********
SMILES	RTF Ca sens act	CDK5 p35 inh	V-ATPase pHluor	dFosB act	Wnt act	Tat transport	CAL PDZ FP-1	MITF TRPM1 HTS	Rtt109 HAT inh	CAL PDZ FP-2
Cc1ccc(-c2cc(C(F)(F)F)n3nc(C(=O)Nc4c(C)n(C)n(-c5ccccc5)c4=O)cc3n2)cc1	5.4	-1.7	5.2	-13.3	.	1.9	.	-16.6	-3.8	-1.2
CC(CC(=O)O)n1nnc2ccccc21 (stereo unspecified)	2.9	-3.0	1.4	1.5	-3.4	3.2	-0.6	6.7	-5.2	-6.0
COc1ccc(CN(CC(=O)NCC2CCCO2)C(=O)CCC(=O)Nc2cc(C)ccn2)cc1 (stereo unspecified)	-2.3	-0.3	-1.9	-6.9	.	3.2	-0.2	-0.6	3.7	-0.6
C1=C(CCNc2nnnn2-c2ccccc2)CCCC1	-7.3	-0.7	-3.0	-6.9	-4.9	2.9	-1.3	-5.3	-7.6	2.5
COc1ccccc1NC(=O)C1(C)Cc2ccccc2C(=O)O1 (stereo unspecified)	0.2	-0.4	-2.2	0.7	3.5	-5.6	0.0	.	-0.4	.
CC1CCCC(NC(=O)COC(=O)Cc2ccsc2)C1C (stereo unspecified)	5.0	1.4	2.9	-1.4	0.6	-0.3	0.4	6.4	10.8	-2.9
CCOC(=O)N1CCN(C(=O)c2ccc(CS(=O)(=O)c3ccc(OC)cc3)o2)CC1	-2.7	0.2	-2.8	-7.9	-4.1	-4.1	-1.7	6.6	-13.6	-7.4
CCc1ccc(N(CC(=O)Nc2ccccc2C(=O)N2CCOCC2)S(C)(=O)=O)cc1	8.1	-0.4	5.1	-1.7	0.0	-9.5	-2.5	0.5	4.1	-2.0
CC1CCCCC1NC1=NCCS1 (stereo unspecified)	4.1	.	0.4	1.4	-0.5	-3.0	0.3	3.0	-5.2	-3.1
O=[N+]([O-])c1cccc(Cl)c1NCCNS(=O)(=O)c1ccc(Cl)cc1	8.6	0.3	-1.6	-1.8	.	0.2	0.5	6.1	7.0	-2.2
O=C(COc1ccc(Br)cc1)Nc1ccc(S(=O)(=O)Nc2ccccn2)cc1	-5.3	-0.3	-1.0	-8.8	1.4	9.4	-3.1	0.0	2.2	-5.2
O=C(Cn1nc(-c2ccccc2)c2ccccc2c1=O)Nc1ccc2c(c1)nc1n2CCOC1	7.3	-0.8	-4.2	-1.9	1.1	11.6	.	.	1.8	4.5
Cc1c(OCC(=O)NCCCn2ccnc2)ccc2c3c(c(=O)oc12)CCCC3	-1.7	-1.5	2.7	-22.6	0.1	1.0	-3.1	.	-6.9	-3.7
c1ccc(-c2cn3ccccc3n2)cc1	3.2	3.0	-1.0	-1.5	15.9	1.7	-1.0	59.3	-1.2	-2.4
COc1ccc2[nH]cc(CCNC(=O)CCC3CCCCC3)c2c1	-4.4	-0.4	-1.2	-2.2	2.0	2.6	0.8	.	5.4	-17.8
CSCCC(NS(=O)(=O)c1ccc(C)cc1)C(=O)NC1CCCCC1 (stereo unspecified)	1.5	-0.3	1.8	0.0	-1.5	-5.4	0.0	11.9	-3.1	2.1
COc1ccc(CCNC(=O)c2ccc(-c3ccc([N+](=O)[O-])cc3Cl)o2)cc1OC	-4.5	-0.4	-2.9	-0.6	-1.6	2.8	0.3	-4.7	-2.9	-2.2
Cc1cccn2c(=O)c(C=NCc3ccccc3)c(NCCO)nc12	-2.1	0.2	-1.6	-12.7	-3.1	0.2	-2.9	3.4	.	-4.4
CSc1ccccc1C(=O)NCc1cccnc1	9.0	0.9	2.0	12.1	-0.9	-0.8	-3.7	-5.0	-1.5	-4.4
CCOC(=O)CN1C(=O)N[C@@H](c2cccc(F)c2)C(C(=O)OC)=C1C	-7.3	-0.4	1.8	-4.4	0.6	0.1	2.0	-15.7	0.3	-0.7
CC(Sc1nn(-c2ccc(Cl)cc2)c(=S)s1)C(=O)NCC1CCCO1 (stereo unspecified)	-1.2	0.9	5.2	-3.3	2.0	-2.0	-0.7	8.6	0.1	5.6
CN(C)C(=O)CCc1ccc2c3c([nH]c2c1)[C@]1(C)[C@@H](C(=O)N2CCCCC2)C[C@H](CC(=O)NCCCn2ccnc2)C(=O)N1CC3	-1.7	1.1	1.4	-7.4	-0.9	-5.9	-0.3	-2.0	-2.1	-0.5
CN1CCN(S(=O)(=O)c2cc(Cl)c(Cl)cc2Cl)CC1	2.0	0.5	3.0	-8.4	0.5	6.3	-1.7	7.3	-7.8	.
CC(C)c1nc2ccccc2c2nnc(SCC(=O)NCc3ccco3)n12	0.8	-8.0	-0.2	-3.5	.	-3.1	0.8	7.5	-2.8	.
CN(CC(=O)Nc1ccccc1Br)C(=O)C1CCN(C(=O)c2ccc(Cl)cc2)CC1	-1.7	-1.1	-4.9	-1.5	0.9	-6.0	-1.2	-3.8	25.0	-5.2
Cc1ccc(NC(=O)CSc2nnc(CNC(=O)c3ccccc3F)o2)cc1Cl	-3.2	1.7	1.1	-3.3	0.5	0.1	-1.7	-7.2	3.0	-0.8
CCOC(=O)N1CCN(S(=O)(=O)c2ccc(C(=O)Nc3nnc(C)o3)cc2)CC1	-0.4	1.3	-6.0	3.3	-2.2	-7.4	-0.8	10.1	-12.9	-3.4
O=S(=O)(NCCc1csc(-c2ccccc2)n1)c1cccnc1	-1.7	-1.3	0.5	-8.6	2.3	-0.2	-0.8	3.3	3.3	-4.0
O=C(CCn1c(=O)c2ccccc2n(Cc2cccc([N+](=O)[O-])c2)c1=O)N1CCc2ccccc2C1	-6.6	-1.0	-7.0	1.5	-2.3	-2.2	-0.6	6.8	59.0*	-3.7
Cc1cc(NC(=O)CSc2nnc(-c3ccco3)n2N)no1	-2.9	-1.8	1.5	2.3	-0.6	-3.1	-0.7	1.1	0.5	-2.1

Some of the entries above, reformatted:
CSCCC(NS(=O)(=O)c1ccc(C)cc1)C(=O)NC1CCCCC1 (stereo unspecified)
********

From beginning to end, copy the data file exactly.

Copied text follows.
SMILES	RTF Ca sens act	CDK5 p35 inh	V-ATPase pHluor	dFosB act	Wnt act	Tat transport	CAL PDZ FP-1	MITF TRPM1 HTS	Rtt109 HAT inh	CAL PDZ FP-2
Cc1ccc(-c2cc(C(F)(F)F)n3nc(C(=O)Nc4c(C)n(C)n(-c5ccccc5)c4=O)cc3n2)cc1	5.4	-1.7	5.2	-13.3	.	1.9	.	-16.6	-3.8	-1.2
CC(CC(=O)O)n1nnc2ccccc21 (stereo unspecified)	2.9	-3.0	1.4	1.5	-3.4	3.2	-0.6	6.7	-5.2	-6.0
COc1ccc(CN(CC(=O)NCC2CCCO2)C(=O)CCC(=O)Nc2cc(C)ccn2)cc1 (stereo unspecified)	-2.3	-0.3	-1.9	-6.9	.	3.2	-0.2	-0.6	3.7	-0.6
C1=C(CCNc2nnnn2-c2ccccc2)CCCC1	-7.3	-0.7	-3.0	-6.9	-4.9	2.9	-1.3	-5.3	-7.6	2.5
COc1ccccc1NC(=O)C1(C)Cc2ccccc2C(=O)O1 (stereo unspecified)	0.2	-0.4	-2.2	0.7	3.5	-5.6	0.0	.	-0.4	.
CC1CCCC(NC(=O)COC(=O)Cc2ccsc2)C1C (stereo unspecified)	5.0	1.4	2.9	-1.4	0.6	-0.3	0.4	6.4	10.8	-2.9
CCOC(=O)N1CCN(C(=O)c2ccc(CS(=O)(=O)c3ccc(OC)cc3)o2)CC1	-2.7	0.2	-2.8	-7.9	-4.1	-4.1	-1.7	6.6	-13.6	-7.4
CCc1ccc(N(CC(=O)Nc2ccccc2C(=O)N2CCOCC2)S(C)(=O)=O)cc1	8.1	-0.4	5.1	-1.7	0.0	-9.5	-2.5	0.5	4.1	-2.0
CC1CCCCC1NC1=NCCS1 (stereo unspecified)	4.1	.	0.4	1.4	-0.5	-3.0	0.3	3.0	-5.2	-3.1
O=[N+]([O-])c1cccc(Cl)c1NCCNS(=O)(=O)c1ccc(Cl)cc1	8.6	0.3	-1.6	-1.8	.	0.2	0.5	6.1	7.0	-2.2
O=C(COc1ccc(Br)cc1)Nc1ccc(S(=O)(=O)Nc2ccccn2)cc1	-5.3	-0.3	-1.0	-8.8	1.4	9.4	-3.1	0.0	2.2	-5.2
O=C(Cn1nc(-c2ccccc2)c2ccccc2c1=O)Nc1ccc2c(c1)nc1n2CCOC1	7.3	-0.8	-4.2	-1.9	1.1	11.6	.	.	1.8	4.5
Cc1c(OCC(=O)NCCCn2ccnc2)ccc2c3c(c(=O)oc12)CCCC3	-1.7	-1.5	2.7	-22.6	0.1	1.0	-3.1	.	-6.9	-3.7
c1ccc(-c2cn3ccccc3n2)cc1	3.2	3.0	-1.0	-1.5	15.9	1.7	-1.0	59.3	-1.2	-2.4
COc1ccc2[nH]cc(CCNC(=O)CCC3CCCCC3)c2c1	-4.4	-0.4	-1.2	-2.2	2.0	2.6	0.8	.	5.4	-17.8
CSCCC(NS(=O)(=O)c1ccc(C)cc1)C(=O)NC1CCCCC1 (stereo unspecified)	1.5	-0.3	1.8	0.0	-1.5	-5.4	0.0	11.9	-3.1	2.1
COc1ccc(CCNC(=O)c2ccc(-c3ccc([N+](=O)[O-])cc3Cl)o2)cc1OC	-4.5	-0.4	-2.9	-0.6	-1.6	2.8	0.3	-4.7	-2.9	-2.2
Cc1cccn2c(=O)c(C=NCc3ccccc3)c(NCCO)nc12	-2.1	0.2	-1.6	-12.7	-3.1	0.2	-2.9	3.4	.	-4.4
CSc1ccccc1C(=O)NCc1cccnc1	9.0	0.9	2.0	12.1	-0.9	-0.8	-3.7	-5.0	-1.5	-4.4
CCOC(=O)CN1C(=O)N[C@@H](c2cccc(F)c2)C(C(=O)OC)=C1C	-7.3	-0.4	1.8	-4.4	0.6	0.1	2.0	-15.7	0.3	-0.7
CC(Sc1nn(-c2ccc(Cl)cc2)c(=S)s1)C(=O)NCC1CCCO1 (stereo unspecified)	-1.2	0.9	5.2	-3.3	2.0	-2.0	-0.7	8.6	0.1	5.6
CN(C)C(=O)CCc1ccc2c3c([nH]c2c1)[C@]1(C)[C@@H](C(=O)N2CCCCC2)C[C@H](CC(=O)NCCCn2ccnc2)C(=O)N1CC3	-1.7	1.1	1.4	-7.4	-0.9	-5.9	-0.3	-2.0	-2.1	-0.5
CN1CCN(S(=O)(=O)c2cc(Cl)c(Cl)cc2Cl)CC1	2.0	0.5	3.0	-8.4	0.5	6.3	-1.7	7.3	-7.8	.
CC(C)c1nc2ccccc2c2nnc(SCC(=O)NCc3ccco3)n12	0.8	-8.0	-0.2	-3.5	.	-3.1	0.8	7.5	-2.8	.
CN(CC(=O)Nc1ccccc1Br)C(=O)C1CCN(C(=O)c2ccc(Cl)cc2)CC1	-1.7	-1.1	-4.9	-1.5	0.9	-6.0	-1.2	-3.8	25.0	-5.2
Cc1ccc(NC(=O)CSc2nnc(CNC(=O)c3ccccc3F)o2)cc1Cl	-3.2	1.7	1.1	-3.3	0.5	0.1	-1.7	-7.2	3.0	-0.8
CCOC(=O)N1CCN(S(=O)(=O)c2ccc(C(=O)Nc3nnc(C)o3)cc2)CC1	-0.4	1.3	-6.0	3.3	-2.2	-7.4	-0.8	10.1	-12.9	-3.4
O=S(=O)(NCCc1csc(-c2ccccc2)n1)c1cccnc1	-1.7	-1.3	0.5	-8.6	2.3	-0.2	-0.8	3.3	3.3	-4.0
O=C(CCn1c(=O)c2ccccc2n(Cc2cccc([N+](=O)[O-])c2)c1=O)N1CCc2ccccc2C1	-6.6	-1.0	-7.0	1.5	-2.3	-2.2	-0.6	6.8	59.0*	-3.7
Cc1cc(NC(=O)CSc2nnc(-c3ccco3)n2N)no1	-2.9	-1.8	1.5	2.3	-0.6	-3.1	-0.7	1.1	0.5	-2.1

Some of the entries above, reformatted:
CSCCC(NS(=O)(=O)c1ccc(C)cc1)C(=O)NC1CCCCC1 (stereo unspecified)